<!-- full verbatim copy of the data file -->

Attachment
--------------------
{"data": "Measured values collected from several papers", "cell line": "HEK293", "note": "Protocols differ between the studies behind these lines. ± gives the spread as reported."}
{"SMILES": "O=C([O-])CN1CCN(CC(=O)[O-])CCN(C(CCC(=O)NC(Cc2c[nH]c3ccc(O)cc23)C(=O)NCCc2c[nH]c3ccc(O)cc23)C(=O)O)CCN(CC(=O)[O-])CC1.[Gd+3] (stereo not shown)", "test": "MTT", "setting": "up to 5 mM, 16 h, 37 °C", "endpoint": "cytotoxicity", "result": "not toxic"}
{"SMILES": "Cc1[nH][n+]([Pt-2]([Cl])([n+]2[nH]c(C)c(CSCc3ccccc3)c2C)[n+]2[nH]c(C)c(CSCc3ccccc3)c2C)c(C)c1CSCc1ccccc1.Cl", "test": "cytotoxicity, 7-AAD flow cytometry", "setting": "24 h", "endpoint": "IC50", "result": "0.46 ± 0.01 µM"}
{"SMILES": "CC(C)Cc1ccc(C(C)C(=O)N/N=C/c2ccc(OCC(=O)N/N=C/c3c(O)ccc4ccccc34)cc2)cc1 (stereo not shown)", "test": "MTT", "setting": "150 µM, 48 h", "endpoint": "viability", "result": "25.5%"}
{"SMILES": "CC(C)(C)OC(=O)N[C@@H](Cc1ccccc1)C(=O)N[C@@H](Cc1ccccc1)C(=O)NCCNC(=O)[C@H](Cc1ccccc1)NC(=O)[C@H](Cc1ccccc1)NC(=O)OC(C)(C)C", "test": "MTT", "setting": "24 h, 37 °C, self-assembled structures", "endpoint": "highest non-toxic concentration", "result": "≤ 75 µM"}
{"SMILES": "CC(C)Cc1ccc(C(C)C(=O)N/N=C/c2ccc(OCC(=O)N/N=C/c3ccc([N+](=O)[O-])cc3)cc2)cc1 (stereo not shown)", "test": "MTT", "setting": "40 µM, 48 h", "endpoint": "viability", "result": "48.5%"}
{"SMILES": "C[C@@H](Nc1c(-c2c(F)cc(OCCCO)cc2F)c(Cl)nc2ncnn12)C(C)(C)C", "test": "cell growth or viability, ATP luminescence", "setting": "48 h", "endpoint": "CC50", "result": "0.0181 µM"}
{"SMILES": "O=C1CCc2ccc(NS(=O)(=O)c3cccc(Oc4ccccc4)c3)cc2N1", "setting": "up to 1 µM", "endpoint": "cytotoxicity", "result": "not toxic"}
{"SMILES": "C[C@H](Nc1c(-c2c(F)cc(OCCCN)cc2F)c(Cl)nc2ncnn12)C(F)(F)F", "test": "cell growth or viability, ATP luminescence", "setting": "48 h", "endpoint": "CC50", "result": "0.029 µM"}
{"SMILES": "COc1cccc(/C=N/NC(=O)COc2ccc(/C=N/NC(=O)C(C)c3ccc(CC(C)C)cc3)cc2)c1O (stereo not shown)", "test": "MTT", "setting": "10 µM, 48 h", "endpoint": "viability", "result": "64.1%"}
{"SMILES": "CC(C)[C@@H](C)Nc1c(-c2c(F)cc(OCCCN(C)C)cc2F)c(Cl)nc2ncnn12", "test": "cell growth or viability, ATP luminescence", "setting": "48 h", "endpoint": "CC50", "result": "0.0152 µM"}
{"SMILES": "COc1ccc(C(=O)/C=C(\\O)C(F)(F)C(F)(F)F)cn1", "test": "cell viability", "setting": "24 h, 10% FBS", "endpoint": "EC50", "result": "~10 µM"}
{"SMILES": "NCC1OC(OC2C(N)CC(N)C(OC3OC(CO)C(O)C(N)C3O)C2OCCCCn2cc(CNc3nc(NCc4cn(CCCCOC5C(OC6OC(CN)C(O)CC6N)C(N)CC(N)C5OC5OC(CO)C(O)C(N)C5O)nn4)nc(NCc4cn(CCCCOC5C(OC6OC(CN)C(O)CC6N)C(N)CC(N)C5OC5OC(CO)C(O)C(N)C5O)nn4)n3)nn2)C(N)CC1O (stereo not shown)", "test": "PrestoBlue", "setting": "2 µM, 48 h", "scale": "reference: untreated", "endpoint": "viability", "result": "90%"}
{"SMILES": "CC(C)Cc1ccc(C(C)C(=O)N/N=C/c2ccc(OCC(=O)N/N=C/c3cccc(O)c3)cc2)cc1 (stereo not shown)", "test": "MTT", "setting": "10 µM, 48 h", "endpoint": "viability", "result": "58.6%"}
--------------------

{"data": "Measured values collected from several papers", "cell line": "HEK293", "note": "Protocols differ between the studies behind these lines. ± gives the spread as reported."}
{"SMILES": "O=C([O-])CN1CCN(CC(=O)[O-])CCN(C(CCC(=O)NC(Cc2c[nH]c3ccc(O)cc23)C(=O)NCCc2c[nH]c3ccc(O)cc23)C(=O)O)CCN(CC(=O)[O-])CC1.[Gd+3] (stereo not shown)", "test": "MTT", "setting": "up to 5 mM, 16 h, 37 °C", "endpoint": "cytotoxicity", "result": "not toxic"}
{"SMILES": "Cc1[nH][n+]([Pt-2]([Cl])([n+]2[nH]c(C)c(CSCc3ccccc3)c2C)[n+]2[nH]c(C)c(CSCc3ccccc3)c2C)c(C)c1CSCc1ccccc1.Cl", "test": "cytotoxicity, 7-AAD flow cytometry", "setting": "24 h", "endpoint": "IC50", "result": "0.46 ± 0.01 µM"}
{"SMILES": "CC(C)Cc1ccc(C(C)C(=O)N/N=C/c2ccc(OCC(=O)N/N=C/c3c(O)ccc4ccccc34)cc2)cc1 (stereo not shown)", "test": "MTT", "setting": "150 µM, 48 h", "endpoint": "viability", "result": "25.5%"}
{"SMILES": "CC(C)(C)OC(=O)N[C@@H](Cc1ccccc1)C(=O)N[C@@H](Cc1ccccc1)C(=O)NCCNC(=O)[C@H](Cc1ccccc1)NC(=O)[C@H](Cc1ccccc1)NC(=O)OC(C)(C)C", "test": "MTT", "setting": "24 h, 37 °C, self-assembled structures", "endpoint": "highest non-toxic concentration", "result": "≤ 75 µM"}
{"SMILES": "CC(C)Cc1ccc(C(C)C(=O)N/N=C/c2ccc(OCC(=O)N/N=C/c3ccc([N+](=O)[O-])cc3)cc2)cc1 (stereo not shown)", "test": "MTT", "setting": "40 µM, 48 h", "endpoint": "viability", "result": "48.5%"}
{"SMILES": "C[C@@H](Nc1c(-c2c(F)cc(OCCCO)cc2F)c(Cl)nc2ncnn12)C(C)(C)C", "test": "cell growth or viability, ATP luminescence", "setting": "48 h", "endpoint": "CC50", "result": "0.0181 µM"}
{"SMILES": "O=C1CCc2ccc(NS(=O)(=O)c3cccc(Oc4ccccc4)c3)cc2N1", "setting": "up to 1 µM", "endpoint": "cytotoxicity", "result": "not toxic"}
{"SMILES": "C[C@H](Nc1c(-c2c(F)cc(OCCCN)cc2F)c(Cl)nc2ncnn12)C(F)(F)F", "test": "cell growth or viability, ATP luminescence", "setting": "48 h", "endpoint": "CC50", "result": "0.029 µM"}
{"SMILES": "COc1cccc(/C=N/NC(=O)COc2ccc(/C=N/NC(=O)C(C)c3ccc(CC(C)C)cc3)cc2)c1O (stereo not shown)", "test": "MTT", "setting": "10 µM, 48 h", "endpoint": "viability", "result": "64.1%"}
{"SMILES": "CC(C)[C@@H](C)Nc1c(-c2c(F)cc(OCCCN(C)C)cc2F)c(Cl)nc2ncnn12", "test": "cell growth or viability, ATP luminescence", "setting": "48 h", "endpoint": "CC50", "result": "0.0152 µM"}
{"SMILES": "COc1ccc(C(=O)/C=C(\\O)C(F)(F)C(F)(F)F)cn1", "test": "cell viability", "setting": "24 h, 10% FBS", "endpoint": "EC50", "result": "~10 µM"}
{"SMILES": "NCC1OC(OC2C(N)CC(N)C(OC3OC(CO)C(O)C(N)C3O)C2OCCCCn2cc(CNc3nc(NCc4cn(CCCCOC5C(OC6OC(CN)C(O)CC6N)C(N)CC(N)C5OC5OC(CO)C(O)C(N)C5O)nn4)nc(NCc4cn(CCCCOC5C(OC6OC(CN)C(O)CC6N)C(N)CC(N)C5OC5OC(CO)C(O)C(N)C5O)nn4)n3)nn2)C(N)CC1O (stereo not shown)", "test": "PrestoBlue", "setting": "2 µM, 48 h", "scale": "reference: untreated", "endpoint": "viability", "result": "90%"}
{"SMILES": "CC(C)Cc1ccc(C(C)C(=O)N/N=C/c2ccc(OCC(=O)N/N=C/c3cccc(O)c3)cc2)cc1 (stereo not shown)", "test": "MTT", "setting": "10 µM, 48 h", "endpoint": "viability", "result": "58.6%"}